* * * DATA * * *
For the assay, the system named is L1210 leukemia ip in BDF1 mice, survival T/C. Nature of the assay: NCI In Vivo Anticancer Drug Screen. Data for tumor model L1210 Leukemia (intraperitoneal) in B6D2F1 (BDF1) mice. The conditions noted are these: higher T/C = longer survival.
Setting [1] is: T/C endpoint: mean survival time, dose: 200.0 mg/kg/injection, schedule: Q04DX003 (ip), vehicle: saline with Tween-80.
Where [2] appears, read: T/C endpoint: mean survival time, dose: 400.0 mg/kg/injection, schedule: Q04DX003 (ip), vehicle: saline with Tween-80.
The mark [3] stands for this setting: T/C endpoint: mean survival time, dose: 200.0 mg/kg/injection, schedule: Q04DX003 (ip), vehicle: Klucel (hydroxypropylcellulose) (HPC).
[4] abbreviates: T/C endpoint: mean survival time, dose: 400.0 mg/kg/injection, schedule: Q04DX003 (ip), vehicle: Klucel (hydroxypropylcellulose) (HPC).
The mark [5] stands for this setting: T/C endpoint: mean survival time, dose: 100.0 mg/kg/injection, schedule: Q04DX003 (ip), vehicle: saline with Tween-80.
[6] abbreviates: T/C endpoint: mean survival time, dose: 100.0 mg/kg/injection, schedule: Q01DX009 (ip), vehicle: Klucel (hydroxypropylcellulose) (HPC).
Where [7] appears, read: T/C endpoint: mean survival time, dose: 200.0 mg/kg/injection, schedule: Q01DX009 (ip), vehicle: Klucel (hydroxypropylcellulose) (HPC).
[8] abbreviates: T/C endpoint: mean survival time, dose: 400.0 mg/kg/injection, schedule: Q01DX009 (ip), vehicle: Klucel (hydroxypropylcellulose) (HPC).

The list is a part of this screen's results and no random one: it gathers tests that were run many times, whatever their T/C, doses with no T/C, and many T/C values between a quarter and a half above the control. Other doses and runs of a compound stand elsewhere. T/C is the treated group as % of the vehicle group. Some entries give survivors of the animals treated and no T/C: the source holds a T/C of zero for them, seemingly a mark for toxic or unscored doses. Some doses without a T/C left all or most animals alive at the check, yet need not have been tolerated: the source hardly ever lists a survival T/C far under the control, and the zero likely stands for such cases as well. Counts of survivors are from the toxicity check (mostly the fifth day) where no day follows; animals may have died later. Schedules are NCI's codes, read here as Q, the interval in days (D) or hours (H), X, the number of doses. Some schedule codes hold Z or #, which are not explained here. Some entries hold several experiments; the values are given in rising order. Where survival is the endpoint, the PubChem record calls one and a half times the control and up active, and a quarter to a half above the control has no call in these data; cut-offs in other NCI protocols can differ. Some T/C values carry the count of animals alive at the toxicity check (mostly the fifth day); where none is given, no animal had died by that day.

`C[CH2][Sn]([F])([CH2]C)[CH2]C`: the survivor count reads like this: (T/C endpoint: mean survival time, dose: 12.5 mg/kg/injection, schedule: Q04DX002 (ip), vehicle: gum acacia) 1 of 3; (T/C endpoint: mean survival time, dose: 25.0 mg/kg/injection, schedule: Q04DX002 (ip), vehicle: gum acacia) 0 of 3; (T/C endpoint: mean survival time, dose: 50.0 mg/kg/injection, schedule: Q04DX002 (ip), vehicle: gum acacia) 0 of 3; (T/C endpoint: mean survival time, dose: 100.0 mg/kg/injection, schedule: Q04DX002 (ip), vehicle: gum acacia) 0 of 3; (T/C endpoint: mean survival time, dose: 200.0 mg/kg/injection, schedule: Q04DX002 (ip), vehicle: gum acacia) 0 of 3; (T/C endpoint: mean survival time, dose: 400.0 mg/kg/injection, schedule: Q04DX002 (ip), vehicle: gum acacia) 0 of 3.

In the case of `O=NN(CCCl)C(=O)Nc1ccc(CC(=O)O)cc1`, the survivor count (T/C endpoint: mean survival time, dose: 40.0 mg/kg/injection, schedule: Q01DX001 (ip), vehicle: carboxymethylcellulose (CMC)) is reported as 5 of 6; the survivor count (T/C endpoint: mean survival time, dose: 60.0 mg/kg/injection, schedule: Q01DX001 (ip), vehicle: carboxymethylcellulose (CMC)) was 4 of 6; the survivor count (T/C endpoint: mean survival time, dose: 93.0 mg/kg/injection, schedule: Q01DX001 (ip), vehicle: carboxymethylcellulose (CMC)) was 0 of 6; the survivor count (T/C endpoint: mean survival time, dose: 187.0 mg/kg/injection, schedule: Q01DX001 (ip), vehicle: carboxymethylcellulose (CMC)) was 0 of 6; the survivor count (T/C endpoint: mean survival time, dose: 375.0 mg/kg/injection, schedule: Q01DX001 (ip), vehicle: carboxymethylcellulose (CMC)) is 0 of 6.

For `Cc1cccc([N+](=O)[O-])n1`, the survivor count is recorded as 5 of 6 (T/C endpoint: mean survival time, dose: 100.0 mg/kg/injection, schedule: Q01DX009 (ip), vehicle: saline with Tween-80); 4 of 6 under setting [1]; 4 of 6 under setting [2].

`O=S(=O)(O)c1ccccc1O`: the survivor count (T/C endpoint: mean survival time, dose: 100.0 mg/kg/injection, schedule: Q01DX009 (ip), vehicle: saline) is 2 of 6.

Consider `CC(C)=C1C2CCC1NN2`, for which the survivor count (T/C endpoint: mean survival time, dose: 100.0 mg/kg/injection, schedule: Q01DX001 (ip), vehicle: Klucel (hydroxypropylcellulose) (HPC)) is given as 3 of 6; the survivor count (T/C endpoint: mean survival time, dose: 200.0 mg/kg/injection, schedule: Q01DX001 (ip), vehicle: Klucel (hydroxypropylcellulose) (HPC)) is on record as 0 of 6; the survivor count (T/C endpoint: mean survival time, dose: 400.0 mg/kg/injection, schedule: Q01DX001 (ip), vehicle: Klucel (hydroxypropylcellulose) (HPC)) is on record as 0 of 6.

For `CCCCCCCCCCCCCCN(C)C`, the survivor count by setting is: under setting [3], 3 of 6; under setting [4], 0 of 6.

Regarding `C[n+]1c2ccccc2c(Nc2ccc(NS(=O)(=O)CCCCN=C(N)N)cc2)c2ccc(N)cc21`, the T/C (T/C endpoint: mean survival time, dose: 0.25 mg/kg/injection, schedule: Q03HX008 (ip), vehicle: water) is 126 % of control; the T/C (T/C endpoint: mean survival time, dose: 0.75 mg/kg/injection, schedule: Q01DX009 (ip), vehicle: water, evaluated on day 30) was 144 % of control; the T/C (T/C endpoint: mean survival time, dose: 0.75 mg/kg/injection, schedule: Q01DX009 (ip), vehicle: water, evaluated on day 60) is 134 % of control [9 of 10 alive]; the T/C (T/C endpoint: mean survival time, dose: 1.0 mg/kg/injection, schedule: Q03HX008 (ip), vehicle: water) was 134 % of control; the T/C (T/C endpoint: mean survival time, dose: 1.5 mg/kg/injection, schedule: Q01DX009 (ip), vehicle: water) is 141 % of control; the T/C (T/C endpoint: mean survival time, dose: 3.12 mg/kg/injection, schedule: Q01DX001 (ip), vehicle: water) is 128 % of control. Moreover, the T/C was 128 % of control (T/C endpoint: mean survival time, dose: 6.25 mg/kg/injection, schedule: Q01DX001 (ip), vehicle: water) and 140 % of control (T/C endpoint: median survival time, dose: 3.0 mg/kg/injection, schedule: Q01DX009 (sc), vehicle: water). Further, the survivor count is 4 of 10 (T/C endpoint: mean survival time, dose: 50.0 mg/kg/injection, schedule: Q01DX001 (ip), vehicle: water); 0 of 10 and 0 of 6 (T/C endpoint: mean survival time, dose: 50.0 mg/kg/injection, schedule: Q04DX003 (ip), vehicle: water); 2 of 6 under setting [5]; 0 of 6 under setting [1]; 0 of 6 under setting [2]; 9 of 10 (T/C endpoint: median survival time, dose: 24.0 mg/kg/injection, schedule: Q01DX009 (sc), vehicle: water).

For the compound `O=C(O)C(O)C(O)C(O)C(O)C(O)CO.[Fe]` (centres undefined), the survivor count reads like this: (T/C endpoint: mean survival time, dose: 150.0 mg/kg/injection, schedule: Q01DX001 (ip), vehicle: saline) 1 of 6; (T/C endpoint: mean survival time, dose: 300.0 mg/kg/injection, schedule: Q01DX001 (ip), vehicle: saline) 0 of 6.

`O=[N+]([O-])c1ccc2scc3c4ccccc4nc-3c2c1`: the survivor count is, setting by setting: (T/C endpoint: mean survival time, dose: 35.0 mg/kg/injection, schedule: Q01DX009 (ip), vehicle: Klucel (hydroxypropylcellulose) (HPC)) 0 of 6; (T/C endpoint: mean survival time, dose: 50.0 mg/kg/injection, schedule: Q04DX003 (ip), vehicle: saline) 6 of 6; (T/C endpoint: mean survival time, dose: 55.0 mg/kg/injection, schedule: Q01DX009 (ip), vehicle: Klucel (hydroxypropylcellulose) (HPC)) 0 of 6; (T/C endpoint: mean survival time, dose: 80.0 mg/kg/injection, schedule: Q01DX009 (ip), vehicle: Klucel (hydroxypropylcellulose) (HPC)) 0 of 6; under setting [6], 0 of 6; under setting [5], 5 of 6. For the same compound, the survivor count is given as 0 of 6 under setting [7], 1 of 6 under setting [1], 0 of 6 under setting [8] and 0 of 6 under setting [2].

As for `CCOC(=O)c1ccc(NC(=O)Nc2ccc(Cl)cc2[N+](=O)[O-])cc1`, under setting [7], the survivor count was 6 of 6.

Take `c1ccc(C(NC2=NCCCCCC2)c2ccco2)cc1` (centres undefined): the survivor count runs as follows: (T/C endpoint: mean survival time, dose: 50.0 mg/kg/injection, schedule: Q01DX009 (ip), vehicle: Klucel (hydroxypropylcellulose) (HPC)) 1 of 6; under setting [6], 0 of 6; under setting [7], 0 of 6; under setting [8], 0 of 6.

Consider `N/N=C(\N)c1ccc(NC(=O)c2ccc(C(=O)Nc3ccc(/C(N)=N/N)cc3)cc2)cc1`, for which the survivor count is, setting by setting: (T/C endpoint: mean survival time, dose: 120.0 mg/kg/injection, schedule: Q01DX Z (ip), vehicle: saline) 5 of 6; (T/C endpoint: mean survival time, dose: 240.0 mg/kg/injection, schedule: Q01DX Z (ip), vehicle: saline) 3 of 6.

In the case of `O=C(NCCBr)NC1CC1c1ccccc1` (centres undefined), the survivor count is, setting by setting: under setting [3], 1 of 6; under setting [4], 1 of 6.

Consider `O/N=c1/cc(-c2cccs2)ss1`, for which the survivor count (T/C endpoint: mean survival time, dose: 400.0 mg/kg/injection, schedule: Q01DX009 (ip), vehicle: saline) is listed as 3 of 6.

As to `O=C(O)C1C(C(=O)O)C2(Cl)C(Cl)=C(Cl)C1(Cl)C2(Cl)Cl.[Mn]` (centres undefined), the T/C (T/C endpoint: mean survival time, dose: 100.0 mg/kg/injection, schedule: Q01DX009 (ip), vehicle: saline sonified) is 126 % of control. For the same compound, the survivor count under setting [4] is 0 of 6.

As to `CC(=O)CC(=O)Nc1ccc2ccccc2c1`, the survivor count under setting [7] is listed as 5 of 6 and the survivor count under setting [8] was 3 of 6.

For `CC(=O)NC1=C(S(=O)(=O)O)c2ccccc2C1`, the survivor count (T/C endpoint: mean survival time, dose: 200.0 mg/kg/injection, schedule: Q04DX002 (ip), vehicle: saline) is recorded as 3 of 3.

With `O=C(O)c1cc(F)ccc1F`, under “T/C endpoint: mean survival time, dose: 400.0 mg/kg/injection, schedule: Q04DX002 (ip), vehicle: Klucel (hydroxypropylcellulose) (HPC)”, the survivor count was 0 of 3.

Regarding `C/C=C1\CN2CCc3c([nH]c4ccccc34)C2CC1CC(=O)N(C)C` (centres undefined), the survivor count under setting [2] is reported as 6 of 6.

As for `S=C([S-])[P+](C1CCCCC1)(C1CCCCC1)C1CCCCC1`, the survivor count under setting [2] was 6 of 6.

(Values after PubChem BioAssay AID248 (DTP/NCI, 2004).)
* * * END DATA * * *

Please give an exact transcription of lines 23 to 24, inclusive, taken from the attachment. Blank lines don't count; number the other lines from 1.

In the case of `O=C(NCCBr)NC1CC1c1ccccc1` (centres undefined), the survivor count is, setting by setting: under setting [3], 1 of 6; under setting [4], 1 of 6.

Consider `O/N=c1/cc(-c2cccs2)ss1`, for which the survivor count (T/C endpoint: mean survival time, dose: 400.0 mg/kg/injection, schedule: Q01DX009 (ip), vehicle: saline) is listed as 3 of 6.